Thanks, quantum weirdness.
If you put "atom" into Google Image Search right now, pretty much all you're going to get is a crapload of click-arty planetary models - that oversimplified representation of an atomic structure that looks like planets orbiting a central star.
As important as it is to have a simplified model so we can learn the basics of atomic structure, that planetary model is so wrong, any atoms that have electrons orbiting their nucleus like that would very quickly collapse in on themselves and fade away.
Despite the fact that the planetary, or Rutherford, model was devised more than a century ago, and was very quickly replaced by another, similarly simplistic representation - the Bohr Model - it remains in public consciousness with no signs of fading away.
As the episode of SciShow below explains, in 1913, the Bohr Model improved on the planetary model by doing away with the unsustainable spiralling orbits and replaced them with concentric circles that visualised the various energy levels that electrons are confined to.
But while we often see this model used in high school to teach us about valencies, it doesn't tell the whole story either - even if you're allowing for a simplified version of things.
For one, the model was devised more than a decade before physicists even knew what neutrons where, and they're kind of important if you want to properly represent an atom.
And then there's the weirdness of quantum mechanics, which states that a) electrons don't necessarily orbit the nucleus at all, and b) they don't even really exist in a specific place at a specific time.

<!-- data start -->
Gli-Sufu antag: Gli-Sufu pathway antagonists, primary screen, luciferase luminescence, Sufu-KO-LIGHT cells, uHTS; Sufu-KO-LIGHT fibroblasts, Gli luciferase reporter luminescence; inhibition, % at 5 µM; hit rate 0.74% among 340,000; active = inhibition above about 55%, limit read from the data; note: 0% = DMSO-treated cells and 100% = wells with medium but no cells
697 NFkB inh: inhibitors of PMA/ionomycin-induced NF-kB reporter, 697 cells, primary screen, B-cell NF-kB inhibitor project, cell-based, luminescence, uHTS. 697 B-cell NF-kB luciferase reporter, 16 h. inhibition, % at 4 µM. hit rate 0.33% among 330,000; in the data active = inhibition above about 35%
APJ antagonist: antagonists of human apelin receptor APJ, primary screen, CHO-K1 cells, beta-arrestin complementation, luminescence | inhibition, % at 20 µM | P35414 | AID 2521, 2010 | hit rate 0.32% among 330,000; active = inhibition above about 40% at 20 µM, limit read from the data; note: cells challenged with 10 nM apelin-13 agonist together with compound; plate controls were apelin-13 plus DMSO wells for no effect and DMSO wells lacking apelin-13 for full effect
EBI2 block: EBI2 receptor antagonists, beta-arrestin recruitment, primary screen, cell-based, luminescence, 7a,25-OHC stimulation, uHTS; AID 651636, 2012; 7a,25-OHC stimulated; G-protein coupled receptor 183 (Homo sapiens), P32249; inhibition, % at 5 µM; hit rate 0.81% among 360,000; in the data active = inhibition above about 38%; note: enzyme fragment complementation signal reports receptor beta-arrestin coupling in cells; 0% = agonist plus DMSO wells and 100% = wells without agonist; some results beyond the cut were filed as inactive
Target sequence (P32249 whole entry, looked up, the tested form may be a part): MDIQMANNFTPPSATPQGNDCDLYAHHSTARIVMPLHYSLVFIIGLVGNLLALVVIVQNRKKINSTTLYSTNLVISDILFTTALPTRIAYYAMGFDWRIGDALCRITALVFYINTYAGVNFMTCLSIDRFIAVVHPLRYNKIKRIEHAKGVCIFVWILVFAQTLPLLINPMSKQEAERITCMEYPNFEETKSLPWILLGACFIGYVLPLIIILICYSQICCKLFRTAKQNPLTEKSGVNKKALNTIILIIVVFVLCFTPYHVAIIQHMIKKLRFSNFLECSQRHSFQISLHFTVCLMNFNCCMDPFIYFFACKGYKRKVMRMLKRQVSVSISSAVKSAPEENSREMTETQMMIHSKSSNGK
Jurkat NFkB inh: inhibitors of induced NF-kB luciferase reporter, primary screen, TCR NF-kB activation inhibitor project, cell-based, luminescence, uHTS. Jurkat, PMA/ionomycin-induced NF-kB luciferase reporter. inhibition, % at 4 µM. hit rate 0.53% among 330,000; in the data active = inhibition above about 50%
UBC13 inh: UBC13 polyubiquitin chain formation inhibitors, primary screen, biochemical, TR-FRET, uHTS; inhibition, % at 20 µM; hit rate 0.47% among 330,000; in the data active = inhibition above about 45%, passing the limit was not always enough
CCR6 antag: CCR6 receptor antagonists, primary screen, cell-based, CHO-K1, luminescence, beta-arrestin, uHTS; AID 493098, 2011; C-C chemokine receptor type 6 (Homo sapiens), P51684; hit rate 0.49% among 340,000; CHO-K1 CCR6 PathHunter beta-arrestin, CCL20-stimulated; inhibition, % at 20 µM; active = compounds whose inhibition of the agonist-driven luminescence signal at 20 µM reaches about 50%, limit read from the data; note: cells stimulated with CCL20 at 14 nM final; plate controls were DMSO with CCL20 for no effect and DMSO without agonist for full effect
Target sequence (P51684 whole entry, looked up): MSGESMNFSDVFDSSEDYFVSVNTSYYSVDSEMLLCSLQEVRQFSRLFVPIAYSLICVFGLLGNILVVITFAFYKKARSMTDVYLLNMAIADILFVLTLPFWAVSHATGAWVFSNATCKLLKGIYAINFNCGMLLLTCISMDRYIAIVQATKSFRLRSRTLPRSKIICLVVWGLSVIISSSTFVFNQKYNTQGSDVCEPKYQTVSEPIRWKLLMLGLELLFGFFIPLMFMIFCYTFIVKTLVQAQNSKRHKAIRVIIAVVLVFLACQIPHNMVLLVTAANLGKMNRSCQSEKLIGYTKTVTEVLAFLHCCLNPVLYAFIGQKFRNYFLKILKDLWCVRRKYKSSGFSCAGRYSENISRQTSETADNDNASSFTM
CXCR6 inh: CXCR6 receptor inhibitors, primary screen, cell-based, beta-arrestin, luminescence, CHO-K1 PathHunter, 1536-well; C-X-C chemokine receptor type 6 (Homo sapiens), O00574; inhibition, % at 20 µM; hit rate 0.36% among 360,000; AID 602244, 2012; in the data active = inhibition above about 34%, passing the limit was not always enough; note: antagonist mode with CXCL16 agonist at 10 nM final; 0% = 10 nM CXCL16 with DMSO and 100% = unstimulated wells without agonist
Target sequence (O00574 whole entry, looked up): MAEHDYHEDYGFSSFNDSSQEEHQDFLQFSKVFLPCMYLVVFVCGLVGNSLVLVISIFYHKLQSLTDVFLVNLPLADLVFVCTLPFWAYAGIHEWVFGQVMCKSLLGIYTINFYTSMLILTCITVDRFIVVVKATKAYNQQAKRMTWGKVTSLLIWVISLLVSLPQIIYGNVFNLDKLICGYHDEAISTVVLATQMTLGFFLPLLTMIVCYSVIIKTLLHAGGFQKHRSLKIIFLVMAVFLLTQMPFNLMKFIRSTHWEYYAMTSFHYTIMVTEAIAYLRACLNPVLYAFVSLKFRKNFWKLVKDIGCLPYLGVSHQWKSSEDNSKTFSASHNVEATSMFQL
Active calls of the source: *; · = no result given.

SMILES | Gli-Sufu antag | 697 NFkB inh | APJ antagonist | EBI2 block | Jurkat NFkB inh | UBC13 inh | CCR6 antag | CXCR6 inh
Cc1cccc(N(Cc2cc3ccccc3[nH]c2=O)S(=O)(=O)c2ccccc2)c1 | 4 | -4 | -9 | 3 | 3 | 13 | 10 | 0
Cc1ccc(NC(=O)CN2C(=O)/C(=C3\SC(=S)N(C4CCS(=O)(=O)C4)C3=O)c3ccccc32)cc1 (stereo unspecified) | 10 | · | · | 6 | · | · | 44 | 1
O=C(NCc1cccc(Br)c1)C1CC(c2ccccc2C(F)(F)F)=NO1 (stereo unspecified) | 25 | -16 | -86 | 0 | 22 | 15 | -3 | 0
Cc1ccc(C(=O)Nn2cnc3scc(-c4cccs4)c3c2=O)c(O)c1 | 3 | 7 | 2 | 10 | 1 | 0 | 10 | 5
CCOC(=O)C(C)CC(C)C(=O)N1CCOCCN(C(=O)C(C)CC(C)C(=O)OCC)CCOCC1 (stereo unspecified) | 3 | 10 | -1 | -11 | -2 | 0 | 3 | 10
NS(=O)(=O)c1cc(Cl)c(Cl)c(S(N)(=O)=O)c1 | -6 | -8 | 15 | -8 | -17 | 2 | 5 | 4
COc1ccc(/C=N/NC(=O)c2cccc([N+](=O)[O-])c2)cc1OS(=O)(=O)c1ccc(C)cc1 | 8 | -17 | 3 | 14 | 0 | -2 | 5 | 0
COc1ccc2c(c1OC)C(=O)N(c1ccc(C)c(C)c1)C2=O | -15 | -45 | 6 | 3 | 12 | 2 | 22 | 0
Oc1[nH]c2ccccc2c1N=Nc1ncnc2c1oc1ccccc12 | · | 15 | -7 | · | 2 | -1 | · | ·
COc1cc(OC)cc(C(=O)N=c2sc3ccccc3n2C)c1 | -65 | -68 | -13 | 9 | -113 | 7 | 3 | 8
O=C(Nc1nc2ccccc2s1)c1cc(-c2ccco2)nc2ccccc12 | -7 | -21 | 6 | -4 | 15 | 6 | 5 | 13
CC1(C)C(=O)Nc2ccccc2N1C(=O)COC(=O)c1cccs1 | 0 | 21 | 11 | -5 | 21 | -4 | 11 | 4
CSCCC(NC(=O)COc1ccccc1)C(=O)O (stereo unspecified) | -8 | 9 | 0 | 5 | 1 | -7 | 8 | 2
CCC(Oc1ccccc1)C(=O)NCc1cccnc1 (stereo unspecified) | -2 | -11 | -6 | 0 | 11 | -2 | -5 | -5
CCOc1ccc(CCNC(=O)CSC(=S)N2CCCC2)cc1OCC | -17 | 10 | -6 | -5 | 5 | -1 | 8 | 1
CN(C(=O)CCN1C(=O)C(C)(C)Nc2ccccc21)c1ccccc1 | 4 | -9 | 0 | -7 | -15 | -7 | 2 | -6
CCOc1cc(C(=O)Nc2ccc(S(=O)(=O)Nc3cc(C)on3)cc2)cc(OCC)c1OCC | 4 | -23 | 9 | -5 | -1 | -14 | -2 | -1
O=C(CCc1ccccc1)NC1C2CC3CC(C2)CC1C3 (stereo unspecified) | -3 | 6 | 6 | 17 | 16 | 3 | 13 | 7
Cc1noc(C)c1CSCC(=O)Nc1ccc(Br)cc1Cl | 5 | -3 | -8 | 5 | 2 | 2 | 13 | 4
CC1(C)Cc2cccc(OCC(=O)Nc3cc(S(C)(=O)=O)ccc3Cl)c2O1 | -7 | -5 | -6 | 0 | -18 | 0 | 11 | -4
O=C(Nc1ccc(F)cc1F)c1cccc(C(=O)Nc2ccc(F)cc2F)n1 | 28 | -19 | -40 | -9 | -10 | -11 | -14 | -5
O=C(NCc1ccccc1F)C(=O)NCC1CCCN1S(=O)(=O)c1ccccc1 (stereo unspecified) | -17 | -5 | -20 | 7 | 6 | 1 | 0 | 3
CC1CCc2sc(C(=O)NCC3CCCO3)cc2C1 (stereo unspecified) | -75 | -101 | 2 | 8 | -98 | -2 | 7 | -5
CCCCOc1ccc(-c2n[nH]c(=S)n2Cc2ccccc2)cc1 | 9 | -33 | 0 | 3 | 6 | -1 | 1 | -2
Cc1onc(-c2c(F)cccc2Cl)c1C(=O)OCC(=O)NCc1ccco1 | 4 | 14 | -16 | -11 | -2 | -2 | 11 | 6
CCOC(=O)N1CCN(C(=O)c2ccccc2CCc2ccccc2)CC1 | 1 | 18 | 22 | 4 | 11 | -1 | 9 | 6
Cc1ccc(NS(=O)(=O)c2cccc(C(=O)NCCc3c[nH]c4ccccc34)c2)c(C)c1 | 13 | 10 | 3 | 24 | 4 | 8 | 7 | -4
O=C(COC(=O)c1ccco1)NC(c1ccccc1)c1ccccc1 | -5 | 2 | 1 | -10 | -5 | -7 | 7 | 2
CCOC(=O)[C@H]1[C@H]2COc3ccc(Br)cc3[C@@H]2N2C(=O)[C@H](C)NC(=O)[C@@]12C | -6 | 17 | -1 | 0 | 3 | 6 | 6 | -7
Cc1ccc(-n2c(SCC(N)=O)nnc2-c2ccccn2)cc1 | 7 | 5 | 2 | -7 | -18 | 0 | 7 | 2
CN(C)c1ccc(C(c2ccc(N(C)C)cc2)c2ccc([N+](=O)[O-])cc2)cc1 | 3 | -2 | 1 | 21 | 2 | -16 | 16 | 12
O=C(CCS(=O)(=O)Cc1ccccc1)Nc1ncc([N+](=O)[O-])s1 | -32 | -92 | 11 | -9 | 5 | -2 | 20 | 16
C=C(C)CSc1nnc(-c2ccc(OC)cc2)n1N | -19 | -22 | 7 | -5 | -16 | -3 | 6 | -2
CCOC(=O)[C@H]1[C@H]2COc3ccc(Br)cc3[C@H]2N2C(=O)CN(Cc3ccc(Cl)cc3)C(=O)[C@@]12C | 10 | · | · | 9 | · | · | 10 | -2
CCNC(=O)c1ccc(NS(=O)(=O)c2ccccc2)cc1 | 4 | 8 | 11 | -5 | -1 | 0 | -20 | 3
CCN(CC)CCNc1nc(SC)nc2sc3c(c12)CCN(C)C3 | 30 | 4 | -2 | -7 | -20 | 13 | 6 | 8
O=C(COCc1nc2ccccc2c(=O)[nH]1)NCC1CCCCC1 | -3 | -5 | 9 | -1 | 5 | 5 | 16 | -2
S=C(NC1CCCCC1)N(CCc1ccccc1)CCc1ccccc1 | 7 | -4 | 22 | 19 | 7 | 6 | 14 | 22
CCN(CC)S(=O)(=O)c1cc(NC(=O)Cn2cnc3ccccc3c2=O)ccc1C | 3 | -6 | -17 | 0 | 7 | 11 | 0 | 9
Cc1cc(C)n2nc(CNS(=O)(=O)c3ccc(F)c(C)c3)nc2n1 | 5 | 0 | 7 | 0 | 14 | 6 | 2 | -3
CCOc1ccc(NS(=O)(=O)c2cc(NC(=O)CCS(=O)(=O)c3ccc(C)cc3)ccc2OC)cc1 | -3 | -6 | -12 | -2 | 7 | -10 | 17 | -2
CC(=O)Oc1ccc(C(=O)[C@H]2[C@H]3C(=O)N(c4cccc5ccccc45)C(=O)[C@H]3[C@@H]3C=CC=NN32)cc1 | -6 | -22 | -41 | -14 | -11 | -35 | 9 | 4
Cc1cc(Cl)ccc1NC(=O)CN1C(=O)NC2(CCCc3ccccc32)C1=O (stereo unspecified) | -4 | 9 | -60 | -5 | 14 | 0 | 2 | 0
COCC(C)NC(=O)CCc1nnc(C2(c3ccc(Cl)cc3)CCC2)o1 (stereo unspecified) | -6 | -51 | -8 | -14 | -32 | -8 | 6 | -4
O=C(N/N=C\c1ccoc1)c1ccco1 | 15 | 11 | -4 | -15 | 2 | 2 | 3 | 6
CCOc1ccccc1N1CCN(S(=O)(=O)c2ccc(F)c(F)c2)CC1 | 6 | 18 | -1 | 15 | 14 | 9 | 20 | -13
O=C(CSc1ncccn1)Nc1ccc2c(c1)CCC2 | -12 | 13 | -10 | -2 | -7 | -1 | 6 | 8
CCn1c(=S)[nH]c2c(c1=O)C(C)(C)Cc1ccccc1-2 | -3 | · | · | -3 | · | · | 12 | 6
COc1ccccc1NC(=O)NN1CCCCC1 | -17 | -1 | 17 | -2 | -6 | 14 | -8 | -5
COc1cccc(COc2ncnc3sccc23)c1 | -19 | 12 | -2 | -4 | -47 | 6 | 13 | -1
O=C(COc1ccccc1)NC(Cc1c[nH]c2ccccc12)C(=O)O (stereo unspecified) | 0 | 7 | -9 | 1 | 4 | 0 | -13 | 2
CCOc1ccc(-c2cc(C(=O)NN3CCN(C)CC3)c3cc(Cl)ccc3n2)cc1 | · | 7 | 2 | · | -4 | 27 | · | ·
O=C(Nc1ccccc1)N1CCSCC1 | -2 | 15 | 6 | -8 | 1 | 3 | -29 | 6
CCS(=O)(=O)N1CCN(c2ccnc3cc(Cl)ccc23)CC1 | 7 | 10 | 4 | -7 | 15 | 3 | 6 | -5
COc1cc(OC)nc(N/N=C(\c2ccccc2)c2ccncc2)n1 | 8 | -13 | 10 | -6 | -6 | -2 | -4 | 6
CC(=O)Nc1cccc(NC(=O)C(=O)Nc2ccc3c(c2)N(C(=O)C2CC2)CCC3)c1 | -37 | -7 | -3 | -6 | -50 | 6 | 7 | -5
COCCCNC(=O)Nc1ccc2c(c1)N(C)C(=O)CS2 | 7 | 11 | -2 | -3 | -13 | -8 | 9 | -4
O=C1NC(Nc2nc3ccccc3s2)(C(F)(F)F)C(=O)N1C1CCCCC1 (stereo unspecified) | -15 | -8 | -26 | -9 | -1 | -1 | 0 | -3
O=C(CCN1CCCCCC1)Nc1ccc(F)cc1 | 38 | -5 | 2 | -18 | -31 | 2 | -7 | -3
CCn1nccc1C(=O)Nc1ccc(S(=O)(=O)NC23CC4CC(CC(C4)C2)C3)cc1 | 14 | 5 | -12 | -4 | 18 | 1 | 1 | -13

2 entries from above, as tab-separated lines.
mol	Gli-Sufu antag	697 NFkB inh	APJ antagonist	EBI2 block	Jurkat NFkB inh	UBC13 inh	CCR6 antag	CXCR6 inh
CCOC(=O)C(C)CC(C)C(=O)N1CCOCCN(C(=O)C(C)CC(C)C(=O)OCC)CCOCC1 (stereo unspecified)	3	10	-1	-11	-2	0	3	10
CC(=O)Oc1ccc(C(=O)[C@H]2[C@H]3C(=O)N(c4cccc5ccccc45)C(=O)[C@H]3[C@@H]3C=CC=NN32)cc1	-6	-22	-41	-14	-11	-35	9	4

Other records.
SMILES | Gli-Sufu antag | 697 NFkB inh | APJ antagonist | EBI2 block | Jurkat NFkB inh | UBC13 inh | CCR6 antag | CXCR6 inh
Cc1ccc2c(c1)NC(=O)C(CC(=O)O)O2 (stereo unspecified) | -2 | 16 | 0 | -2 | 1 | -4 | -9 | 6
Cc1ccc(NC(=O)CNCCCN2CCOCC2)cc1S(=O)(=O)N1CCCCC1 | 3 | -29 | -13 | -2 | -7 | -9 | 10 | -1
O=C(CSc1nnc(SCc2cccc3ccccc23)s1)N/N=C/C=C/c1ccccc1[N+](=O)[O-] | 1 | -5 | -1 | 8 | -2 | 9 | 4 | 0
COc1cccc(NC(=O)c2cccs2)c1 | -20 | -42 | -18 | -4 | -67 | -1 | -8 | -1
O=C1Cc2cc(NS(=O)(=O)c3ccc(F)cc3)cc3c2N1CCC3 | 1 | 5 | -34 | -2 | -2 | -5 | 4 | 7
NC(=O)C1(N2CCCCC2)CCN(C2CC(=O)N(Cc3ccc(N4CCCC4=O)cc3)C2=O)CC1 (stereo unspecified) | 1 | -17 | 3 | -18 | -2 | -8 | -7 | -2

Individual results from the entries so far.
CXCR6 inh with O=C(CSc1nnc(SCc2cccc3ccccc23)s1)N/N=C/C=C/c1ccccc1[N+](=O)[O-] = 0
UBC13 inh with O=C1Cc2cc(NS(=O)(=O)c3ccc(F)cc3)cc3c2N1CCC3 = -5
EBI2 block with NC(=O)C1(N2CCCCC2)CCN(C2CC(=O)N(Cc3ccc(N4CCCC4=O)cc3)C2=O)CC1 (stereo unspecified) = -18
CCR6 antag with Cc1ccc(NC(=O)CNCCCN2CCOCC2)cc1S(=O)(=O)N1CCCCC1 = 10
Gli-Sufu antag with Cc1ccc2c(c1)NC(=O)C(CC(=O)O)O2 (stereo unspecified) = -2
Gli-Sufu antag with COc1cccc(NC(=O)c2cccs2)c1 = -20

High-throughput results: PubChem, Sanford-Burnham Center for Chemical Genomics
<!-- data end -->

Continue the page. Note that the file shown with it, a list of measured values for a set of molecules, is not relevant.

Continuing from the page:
"Instead, they're kind of in lots of different places at once, within a bigger area. Then, when you measure an electron, suddenly it's in one specific spot within that area," Olivia Gordon explains in the video below.
"It's a weird concept that's very different from the way that we normally experience the world, but that's quantum mechanics for you."
A more accurate way to depict an atom - while still keeping things simple - is to depict the space around the nucleus like a dark 'electron cloud'.
This basically shows where electrons could be floating at any given moment, without implying that they have set positions:
To its credit, the Bohr Model shows where electrons have the highest probability of being at any given moment, so while the electron cloud model is the most accurate way to depict an atom with simplicity, it doesn't make the other options useless.
What's cool about these different models is you can use the electron cloud model if you're wanting to focus on chemical bonds or where the electrons are in general, and the Bohr Model can show you energy levels and radiation of a given atom.
Even the dreaded planetary model can teach the basics of electron orbits, but just remember - the truth is way more interesting than that pretty picture, and if you want an actual image of an atomic structure, we have those now too: